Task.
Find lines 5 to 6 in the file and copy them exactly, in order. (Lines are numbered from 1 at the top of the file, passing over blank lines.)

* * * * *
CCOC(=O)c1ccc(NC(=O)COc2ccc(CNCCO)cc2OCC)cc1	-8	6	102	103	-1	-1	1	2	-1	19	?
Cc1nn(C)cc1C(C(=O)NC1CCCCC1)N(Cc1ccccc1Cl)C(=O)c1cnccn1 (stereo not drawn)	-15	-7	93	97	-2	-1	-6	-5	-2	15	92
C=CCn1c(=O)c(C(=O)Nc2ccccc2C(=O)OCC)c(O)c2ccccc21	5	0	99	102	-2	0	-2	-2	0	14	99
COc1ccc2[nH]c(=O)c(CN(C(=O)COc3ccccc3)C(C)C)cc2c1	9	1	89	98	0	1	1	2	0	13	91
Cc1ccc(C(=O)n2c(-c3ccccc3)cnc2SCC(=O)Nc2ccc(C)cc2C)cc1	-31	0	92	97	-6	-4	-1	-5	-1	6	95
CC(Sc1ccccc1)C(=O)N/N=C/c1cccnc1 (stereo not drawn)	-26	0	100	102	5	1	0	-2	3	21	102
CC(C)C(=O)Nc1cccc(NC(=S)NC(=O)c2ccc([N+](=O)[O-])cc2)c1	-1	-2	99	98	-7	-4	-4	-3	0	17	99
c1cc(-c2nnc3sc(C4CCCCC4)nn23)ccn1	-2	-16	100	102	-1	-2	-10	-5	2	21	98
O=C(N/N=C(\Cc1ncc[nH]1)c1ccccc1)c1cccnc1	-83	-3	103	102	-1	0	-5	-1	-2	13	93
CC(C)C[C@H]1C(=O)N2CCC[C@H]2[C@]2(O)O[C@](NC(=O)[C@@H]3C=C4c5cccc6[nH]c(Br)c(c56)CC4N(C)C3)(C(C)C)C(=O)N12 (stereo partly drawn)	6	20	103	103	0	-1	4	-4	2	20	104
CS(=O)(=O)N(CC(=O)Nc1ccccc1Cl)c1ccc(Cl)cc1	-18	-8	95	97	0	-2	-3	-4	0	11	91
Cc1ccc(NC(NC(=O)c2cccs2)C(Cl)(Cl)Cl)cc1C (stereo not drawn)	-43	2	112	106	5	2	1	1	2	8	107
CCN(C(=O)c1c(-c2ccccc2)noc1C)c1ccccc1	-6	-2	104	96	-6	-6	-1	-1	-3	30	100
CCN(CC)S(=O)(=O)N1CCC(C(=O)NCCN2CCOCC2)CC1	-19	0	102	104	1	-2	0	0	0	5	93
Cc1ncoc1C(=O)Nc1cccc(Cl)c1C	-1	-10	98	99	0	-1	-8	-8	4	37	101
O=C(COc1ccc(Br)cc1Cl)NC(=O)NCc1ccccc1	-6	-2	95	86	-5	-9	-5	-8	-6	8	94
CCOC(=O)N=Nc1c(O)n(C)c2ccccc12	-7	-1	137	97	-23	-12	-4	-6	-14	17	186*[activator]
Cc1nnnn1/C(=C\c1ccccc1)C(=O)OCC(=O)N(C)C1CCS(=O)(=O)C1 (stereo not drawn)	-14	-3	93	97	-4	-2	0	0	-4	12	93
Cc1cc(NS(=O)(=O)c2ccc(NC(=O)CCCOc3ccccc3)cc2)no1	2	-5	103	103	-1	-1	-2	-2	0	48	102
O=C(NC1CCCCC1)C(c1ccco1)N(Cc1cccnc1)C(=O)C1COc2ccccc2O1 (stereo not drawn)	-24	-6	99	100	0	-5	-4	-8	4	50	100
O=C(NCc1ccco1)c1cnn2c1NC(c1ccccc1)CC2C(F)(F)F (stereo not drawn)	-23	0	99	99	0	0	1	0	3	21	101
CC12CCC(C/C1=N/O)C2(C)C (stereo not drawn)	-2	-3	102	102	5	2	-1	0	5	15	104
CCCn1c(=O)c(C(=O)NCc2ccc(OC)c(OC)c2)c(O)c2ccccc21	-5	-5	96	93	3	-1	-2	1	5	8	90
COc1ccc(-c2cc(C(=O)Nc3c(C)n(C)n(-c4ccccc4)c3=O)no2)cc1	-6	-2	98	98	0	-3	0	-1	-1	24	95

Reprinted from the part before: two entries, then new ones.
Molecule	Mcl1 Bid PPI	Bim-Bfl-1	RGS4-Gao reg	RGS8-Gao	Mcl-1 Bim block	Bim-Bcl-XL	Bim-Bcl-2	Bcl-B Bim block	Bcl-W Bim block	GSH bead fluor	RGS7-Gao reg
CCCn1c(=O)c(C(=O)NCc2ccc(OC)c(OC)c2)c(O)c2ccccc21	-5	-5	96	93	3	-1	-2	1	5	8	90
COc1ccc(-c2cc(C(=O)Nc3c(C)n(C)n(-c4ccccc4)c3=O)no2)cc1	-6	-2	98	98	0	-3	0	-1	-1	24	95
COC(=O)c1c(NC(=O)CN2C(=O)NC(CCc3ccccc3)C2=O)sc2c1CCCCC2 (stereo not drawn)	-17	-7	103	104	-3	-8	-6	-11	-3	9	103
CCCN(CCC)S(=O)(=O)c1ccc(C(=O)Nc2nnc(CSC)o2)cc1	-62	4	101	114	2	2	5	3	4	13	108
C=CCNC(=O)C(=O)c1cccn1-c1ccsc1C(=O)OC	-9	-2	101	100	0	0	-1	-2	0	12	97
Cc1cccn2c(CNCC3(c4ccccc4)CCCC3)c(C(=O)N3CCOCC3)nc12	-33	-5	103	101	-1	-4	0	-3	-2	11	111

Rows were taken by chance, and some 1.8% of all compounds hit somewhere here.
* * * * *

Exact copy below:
Cc1ccc(C(=O)n2c(-c3ccccc3)cnc2SCC(=O)Nc2ccc(C)cc2C)cc1	-31	0	92	97	-6	-4	-1	-5	-1	6	95
CC(Sc1ccccc1)C(=O)N/N=C/c1cccnc1 (stereo not drawn)	-26	0	100	102	5	1	0	-2	3	21	102